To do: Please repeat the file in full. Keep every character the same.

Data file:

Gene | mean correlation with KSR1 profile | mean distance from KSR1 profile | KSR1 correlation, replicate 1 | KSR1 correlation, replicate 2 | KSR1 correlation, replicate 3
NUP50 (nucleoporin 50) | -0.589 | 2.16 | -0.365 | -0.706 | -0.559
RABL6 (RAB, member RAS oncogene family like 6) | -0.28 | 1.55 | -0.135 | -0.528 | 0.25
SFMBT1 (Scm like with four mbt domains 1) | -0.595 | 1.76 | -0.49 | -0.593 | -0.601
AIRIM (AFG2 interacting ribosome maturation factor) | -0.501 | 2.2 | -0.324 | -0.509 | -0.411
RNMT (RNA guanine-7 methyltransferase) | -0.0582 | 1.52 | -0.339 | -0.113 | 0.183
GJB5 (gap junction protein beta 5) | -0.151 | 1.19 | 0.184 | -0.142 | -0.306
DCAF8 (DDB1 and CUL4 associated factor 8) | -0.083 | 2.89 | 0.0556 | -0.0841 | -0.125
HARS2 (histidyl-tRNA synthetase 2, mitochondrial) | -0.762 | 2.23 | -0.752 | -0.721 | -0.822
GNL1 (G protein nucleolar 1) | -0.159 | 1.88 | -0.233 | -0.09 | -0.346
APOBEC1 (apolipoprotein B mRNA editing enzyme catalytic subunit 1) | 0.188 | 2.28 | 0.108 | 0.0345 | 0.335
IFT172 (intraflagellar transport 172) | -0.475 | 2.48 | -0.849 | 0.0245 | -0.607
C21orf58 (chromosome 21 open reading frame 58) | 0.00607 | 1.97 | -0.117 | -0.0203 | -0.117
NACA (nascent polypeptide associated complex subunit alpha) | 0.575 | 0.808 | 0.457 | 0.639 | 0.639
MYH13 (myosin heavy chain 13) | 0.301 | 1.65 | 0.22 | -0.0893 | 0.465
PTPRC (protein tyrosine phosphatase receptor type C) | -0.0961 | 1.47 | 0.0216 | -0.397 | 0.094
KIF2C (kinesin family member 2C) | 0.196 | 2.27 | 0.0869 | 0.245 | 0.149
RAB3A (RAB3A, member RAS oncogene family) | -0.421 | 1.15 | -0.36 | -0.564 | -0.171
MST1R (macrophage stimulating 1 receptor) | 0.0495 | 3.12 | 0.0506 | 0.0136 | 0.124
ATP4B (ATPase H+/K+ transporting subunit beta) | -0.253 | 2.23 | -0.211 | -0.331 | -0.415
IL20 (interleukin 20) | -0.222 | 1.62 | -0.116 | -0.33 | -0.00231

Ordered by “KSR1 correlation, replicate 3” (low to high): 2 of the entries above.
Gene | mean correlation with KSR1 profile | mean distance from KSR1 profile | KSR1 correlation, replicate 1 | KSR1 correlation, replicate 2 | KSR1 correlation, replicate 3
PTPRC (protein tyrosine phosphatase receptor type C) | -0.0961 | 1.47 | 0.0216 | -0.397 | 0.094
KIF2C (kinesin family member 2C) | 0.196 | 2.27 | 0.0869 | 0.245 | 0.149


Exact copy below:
Gene | mean correlation with KSR1 profile | mean distance from KSR1 profile | KSR1 correlation, replicate 1 | KSR1 correlation, replicate 2 | KSR1 correlation, replicate 3
NUP50 (nucleoporin 50) | -0.589 | 2.16 | -0.365 | -0.706 | -0.559
RABL6 (RAB, member RAS oncogene family like 6) | -0.28 | 1.55 | -0.135 | -0.528 | 0.25
SFMBT1 (Scm like with four mbt domains 1) | -0.595 | 1.76 | -0.49 | -0.593 | -0.601
AIRIM (AFG2 interacting ribosome maturation factor) | -0.501 | 2.2 | -0.324 | -0.509 | -0.411
RNMT (RNA guanine-7 methyltransferase) | -0.0582 | 1.52 | -0.339 | -0.113 | 0.183
GJB5 (gap junction protein beta 5) | -0.151 | 1.19 | 0.184 | -0.142 | -0.306
DCAF8 (DDB1 and CUL4 associated factor 8) | -0.083 | 2.89 | 0.0556 | -0.0841 | -0.125
HARS2 (histidyl-tRNA synthetase 2, mitochondrial) | -0.762 | 2.23 | -0.752 | -0.721 | -0.822
GNL1 (G protein nucleolar 1) | -0.159 | 1.88 | -0.233 | -0.09 | -0.346
APOBEC1 (apolipoprotein B mRNA editing enzyme catalytic subunit 1) | 0.188 | 2.28 | 0.108 | 0.0345 | 0.335
IFT172 (intraflagellar transport 172) | -0.475 | 2.48 | -0.849 | 0.0245 | -0.607
C21orf58 (chromosome 21 open reading frame 58) | 0.00607 | 1.97 | -0.117 | -0.0203 | -0.117
NACA (nascent polypeptide associated complex subunit alpha) | 0.575 | 0.808 | 0.457 | 0.639 | 0.639
MYH13 (myosin heavy chain 13) | 0.301 | 1.65 | 0.22 | -0.0893 | 0.465
PTPRC (protein tyrosine phosphatase receptor type C) | -0.0961 | 1.47 | 0.0216 | -0.397 | 0.094
KIF2C (kinesin family member 2C) | 0.196 | 2.27 | 0.0869 | 0.245 | 0.149
RAB3A (RAB3A, member RAS oncogene family) | -0.421 | 1.15 | -0.36 | -0.564 | -0.171
MST1R (macrophage stimulating 1 receptor) | 0.0495 | 3.12 | 0.0506 | 0.0136 | 0.124
ATP4B (ATPase H+/K+ transporting subunit beta) | -0.253 | 2.23 | -0.211 | -0.331 | -0.415
IL20 (interleukin 20) | -0.222 | 1.62 | -0.116 | -0.33 | -0.00231

Ordered by “KSR1 correlation, replicate 3” (low to high): 2 of the entries above.
Gene | mean correlation with KSR1 profile | mean distance from KSR1 profile | KSR1 correlation, replicate 1 | KSR1 correlation, replicate 2 | KSR1 correlation, replicate 3
PTPRC (protein tyrosine phosphatase receptor type C) | -0.0961 | 1.47 | 0.0216 | -0.397 | 0.094
KIF2C (kinesin family member 2C) | 0.196 | 2.27 | 0.0869 | 0.245 | 0.149